Hundreds of thousands of commuters in Tokyo got a free ride to work Friday morning after a systems glitch caused more than 7,000 ticket gates at 662 railway stations to fail.
The gates, which allow passengers with contactless smart cards to access the railway, failed to work when power was switched on at the start of Friday services and rail operators decided to allow passengers access at no charge. A large number of passengers use the contactless cards, and forcing them to buy paper tickets would have meant long queues and congestion at railway stations during the morning rush hour.
The problem occurred at stations operated by East Japan Railway, Tokyo Metro and several private railway operators.
While the cause of the failure is not yet known, the fault appears to lie with the manufacturer of the ticket gates, Nippon Signal. Gates made by other companies operated without problem on Friday.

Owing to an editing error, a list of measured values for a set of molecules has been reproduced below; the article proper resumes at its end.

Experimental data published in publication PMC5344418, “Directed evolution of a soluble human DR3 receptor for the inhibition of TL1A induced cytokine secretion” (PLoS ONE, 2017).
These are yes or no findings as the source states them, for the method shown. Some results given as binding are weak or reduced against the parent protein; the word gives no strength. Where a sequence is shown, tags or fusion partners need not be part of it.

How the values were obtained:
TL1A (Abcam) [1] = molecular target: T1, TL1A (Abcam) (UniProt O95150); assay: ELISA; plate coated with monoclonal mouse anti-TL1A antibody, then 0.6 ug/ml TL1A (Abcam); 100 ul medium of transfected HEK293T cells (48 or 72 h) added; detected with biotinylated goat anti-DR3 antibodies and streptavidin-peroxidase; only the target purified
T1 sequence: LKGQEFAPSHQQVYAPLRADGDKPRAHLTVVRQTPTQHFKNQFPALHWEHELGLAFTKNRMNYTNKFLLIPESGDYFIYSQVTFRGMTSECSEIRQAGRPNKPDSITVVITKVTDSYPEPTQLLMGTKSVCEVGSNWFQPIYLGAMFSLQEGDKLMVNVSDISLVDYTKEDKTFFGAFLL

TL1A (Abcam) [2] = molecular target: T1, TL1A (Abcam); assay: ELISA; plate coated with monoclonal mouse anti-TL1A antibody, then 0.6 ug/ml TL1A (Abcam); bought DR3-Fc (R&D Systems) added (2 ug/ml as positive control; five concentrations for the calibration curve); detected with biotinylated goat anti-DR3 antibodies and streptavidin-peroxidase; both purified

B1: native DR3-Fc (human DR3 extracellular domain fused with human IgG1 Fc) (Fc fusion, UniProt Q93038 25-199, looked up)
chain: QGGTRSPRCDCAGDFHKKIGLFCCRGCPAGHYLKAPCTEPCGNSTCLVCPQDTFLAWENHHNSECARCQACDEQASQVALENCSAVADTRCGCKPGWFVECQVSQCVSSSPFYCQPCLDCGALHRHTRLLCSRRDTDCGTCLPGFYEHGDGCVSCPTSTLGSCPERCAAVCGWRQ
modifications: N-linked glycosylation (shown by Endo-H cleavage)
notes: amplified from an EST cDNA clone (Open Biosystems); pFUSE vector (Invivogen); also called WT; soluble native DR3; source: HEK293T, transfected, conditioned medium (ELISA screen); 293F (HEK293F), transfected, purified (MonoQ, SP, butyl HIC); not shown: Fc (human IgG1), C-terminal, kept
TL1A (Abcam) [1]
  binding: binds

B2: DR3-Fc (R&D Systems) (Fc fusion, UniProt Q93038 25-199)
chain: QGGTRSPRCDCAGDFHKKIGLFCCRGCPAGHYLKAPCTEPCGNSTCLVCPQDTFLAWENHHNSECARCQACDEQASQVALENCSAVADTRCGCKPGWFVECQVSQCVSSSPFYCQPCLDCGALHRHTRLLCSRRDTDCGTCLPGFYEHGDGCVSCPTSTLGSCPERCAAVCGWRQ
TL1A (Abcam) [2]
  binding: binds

Local news reports said initial investigations point to a problem in communcation between the gates and a host computer. Nippon Signal was unavailable for immediate comment.
Tokyo has one of the most extensive railways networks of any city in the world. More than 60 railway companies operate several hundred railway lines that crisscross the capital and carry millions of people per day. The contactless smart card system interoperates between different companies and allows passengers the ability to travel on almost all trains, subways and buses in the city with a common card.
More than 27 million contactless travel cards have been issued in the Tokyo area to-date.